A New Low for AMD: More Pain in Store?
Shares of Advanced Micro Devices (NYS: AMD) hit a 52-week low on Friday. Let's look at how it got here and whether investors can hope for a rebound.
How it got here
The big news on Friday that triggered a relentless 14% sell-off was that AMD announced preliminary third-quarter estimates and the figures were not pretty. Revenue should fall 10% sequentially, far worse than the 1% decline that AMD had previously predicted. The chip maker cited "weaker than expected demand across all product lines" tied to tough macro conditions.
Gross margin is also expected to be just 31%, significantly below its previous forecast of 44%. This drop is blamed on inventory writedowns of $100 million due to weak demand and falling average selling prices. It's not surprising in the context of global PC shipments in the third quarter falling 8.3%.
Making things worse, reports surfaced that AMD was preparing to announce a massive round of layoffs that could reach as high as 20% to 30% of its total employee head count. The reductions will hit engineering and sales departments first, and could affect the company's product line. This follows another 10% workforce reduction that took place less than a year ago.
How it compares
Let's see how AMD compares with its two largest rivals in both PC processors and graphics processors.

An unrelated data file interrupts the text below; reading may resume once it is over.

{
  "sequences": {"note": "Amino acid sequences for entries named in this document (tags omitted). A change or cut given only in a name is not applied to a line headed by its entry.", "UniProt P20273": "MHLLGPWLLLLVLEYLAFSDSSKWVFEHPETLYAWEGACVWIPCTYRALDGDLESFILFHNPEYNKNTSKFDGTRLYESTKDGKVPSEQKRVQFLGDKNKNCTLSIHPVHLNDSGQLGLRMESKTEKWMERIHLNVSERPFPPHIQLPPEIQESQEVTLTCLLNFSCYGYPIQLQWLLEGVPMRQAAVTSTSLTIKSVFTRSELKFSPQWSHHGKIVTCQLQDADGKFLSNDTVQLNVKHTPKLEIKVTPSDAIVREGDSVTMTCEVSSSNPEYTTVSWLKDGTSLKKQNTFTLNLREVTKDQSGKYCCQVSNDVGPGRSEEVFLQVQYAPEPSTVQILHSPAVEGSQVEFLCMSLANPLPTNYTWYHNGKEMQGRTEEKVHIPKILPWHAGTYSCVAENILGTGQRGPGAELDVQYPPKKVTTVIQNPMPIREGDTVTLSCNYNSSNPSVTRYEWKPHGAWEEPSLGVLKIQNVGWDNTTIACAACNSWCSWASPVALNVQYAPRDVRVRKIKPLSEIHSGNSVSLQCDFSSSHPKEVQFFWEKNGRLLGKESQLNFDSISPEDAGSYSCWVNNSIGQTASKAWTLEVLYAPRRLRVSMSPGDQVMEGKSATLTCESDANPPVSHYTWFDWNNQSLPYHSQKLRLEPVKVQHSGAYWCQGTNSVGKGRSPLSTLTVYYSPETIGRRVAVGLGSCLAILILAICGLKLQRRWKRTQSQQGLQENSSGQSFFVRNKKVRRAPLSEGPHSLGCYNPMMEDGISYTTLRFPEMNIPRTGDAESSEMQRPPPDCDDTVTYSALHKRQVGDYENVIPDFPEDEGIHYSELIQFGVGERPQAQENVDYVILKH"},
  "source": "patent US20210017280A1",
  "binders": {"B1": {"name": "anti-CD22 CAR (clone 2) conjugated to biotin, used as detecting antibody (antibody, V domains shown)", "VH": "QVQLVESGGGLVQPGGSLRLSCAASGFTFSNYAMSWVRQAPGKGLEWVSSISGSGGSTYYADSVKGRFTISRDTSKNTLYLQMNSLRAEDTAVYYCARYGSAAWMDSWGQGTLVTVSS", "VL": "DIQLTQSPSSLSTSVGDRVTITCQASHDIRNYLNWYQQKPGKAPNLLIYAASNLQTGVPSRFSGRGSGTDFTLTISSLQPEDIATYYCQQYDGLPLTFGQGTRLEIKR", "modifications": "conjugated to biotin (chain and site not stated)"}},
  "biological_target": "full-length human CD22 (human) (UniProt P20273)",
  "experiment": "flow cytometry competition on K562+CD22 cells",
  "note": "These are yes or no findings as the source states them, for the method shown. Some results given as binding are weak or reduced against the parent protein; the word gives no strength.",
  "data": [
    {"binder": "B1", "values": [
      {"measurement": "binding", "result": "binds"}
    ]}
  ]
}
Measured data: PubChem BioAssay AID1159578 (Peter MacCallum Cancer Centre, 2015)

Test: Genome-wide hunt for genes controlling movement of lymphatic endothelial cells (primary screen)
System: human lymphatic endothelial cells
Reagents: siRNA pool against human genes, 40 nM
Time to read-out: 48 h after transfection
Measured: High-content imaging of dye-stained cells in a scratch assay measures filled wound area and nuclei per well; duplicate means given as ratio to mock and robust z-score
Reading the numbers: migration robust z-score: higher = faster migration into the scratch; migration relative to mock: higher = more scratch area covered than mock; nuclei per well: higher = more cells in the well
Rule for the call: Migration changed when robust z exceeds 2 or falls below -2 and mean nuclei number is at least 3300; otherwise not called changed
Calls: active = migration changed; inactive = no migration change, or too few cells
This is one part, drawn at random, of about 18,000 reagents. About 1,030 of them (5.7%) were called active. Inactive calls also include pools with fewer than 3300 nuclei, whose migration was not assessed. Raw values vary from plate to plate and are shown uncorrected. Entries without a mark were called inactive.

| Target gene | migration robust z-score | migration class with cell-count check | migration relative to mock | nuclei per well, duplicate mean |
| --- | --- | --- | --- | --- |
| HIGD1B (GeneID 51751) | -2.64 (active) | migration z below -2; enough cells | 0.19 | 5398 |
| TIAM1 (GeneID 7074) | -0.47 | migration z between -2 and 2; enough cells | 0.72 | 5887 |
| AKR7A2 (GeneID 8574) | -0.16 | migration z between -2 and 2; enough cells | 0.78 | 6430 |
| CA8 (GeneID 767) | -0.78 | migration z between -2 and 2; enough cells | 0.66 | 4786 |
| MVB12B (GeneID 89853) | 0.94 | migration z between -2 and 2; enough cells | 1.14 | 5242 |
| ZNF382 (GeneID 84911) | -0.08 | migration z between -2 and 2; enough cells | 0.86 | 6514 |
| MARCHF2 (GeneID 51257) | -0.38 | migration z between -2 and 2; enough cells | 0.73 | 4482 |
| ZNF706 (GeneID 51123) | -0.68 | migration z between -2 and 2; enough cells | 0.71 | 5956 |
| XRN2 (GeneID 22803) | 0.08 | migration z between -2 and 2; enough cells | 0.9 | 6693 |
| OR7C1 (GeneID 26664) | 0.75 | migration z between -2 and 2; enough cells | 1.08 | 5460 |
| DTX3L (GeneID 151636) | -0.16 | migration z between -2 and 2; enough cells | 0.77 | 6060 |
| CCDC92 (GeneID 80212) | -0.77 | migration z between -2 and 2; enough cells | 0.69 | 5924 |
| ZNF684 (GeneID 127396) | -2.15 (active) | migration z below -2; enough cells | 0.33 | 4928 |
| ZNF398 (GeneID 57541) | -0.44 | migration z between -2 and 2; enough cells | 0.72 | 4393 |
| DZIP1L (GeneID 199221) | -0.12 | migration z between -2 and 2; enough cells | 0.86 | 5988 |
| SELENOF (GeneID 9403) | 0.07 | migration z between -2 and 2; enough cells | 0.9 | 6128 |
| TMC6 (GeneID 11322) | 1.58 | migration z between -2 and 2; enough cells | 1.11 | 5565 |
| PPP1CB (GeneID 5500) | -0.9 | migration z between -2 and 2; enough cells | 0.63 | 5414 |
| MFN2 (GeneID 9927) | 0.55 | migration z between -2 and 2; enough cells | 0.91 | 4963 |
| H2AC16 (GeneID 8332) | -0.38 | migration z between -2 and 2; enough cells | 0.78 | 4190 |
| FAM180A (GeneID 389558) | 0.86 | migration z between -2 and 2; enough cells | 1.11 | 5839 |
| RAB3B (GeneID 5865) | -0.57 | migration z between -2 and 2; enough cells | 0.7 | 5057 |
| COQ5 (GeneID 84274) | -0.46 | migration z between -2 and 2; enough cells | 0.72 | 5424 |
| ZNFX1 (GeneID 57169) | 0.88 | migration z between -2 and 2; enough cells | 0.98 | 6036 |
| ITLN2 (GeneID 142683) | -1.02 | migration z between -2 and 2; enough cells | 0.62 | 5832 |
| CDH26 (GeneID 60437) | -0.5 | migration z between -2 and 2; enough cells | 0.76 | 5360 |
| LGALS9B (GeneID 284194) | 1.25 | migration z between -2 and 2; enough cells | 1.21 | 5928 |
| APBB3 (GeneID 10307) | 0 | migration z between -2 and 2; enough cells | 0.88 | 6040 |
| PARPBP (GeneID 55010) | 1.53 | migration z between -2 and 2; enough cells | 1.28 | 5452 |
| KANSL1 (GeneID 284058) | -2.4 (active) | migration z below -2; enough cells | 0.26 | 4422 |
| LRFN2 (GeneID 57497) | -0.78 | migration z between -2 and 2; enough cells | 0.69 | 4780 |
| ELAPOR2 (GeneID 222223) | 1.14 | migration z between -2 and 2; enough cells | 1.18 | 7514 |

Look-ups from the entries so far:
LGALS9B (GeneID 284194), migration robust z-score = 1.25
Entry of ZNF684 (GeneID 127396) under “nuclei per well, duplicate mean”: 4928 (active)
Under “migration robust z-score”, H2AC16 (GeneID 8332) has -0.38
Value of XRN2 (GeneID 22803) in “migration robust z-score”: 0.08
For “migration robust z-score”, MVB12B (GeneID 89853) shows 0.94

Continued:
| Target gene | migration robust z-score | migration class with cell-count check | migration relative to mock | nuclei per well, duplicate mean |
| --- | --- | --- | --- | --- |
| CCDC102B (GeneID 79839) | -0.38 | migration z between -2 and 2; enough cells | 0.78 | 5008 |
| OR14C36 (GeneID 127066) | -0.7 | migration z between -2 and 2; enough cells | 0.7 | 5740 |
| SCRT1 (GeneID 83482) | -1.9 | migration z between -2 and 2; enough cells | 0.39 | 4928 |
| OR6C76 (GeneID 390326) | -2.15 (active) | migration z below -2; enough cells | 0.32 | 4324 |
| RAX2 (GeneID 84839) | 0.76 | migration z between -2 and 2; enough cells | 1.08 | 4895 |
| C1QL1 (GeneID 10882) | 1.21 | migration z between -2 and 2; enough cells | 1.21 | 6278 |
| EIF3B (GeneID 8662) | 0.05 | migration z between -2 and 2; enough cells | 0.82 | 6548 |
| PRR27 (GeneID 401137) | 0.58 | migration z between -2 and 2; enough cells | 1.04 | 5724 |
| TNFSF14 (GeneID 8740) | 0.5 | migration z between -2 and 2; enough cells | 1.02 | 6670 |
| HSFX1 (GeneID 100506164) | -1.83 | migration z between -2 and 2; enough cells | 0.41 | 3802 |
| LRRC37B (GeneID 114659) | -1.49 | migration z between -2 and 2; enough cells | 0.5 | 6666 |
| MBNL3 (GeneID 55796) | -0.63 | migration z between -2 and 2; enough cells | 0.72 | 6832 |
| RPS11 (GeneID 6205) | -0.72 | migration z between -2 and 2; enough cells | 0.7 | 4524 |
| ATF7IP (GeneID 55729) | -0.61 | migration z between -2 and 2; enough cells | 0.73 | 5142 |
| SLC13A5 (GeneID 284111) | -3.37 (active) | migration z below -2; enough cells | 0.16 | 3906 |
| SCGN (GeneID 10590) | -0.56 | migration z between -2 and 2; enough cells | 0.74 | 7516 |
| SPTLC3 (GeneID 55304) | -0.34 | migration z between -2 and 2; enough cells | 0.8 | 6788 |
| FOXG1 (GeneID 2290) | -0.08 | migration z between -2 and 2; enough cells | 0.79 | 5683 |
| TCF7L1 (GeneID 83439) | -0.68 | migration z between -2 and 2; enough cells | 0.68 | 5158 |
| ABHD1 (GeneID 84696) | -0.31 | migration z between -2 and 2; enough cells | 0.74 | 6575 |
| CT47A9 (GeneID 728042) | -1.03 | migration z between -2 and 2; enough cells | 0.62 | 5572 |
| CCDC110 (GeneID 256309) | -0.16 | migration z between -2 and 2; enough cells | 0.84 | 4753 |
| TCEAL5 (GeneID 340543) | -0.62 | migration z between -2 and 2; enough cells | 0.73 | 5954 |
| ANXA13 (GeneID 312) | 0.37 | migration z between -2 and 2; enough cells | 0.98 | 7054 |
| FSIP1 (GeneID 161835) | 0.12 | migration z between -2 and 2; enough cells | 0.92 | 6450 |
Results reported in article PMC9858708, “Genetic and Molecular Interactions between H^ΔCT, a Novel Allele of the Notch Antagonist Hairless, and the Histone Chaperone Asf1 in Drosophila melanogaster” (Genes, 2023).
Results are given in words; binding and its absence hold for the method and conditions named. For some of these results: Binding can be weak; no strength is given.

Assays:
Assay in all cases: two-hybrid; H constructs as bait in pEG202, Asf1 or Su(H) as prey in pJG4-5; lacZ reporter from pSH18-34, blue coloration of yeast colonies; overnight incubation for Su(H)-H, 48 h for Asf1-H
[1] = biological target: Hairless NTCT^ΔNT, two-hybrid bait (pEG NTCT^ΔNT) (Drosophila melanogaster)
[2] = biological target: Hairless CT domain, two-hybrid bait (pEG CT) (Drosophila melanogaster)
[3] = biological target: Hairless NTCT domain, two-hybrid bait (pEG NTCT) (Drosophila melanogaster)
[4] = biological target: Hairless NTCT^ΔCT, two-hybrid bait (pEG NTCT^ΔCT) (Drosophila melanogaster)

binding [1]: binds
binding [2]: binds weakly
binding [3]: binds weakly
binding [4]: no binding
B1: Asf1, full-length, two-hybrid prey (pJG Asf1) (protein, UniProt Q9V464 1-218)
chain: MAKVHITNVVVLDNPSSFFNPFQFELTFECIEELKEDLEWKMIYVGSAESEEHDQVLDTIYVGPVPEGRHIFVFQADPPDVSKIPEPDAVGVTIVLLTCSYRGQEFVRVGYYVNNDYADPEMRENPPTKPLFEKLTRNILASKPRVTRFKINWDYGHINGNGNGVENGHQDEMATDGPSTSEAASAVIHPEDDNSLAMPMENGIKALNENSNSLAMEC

We can include some fundamentals for a deeper read.
Sales Growth (TTM)
Net Margin (TTM)
Return on Equity (TTM)
Intel (NAS: INTC)
NVIDIA (NAS: NVDA)
Not even Intel is immune from the PC slowdown, as the chip giant similarly cut its own guidance a month ago to the point where putting up revenue growth this year will be just out of reach. AMD lost both a gaming graphics exec and a GPU spot in Apple's newest MacBook Pros over the summer to NVIDIA, so its graphics business could be under pressure as well.
There don't appear to be any positive developments for investors to look forward to in AMD's immediate future. Its chips will inevitably be featured in some Microsoft (NAS: MSFT) Windows 8 tablets, but that's the same second fiddle it's played to Intel for decades, so I'd hardly consider that a game-changer. Investors probably have more pain in store.
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The article A New Low for AMD: More Pain in Store? originally appeared on Fool.com.Evan Niu, CFA, owns shares of Apple. The Motley Fool owns shares of Apple, Intel, and Microsoft. Motley Fool newsletter services recommend Apple, Intel, and NVIDIA. Try any of our Foolish newsletter services free for 30 days. We Fools may not all hold the same opinions, but we all believe that considering a diverse range of insights makes us better investors. The Motley Fool has a disclosure policy.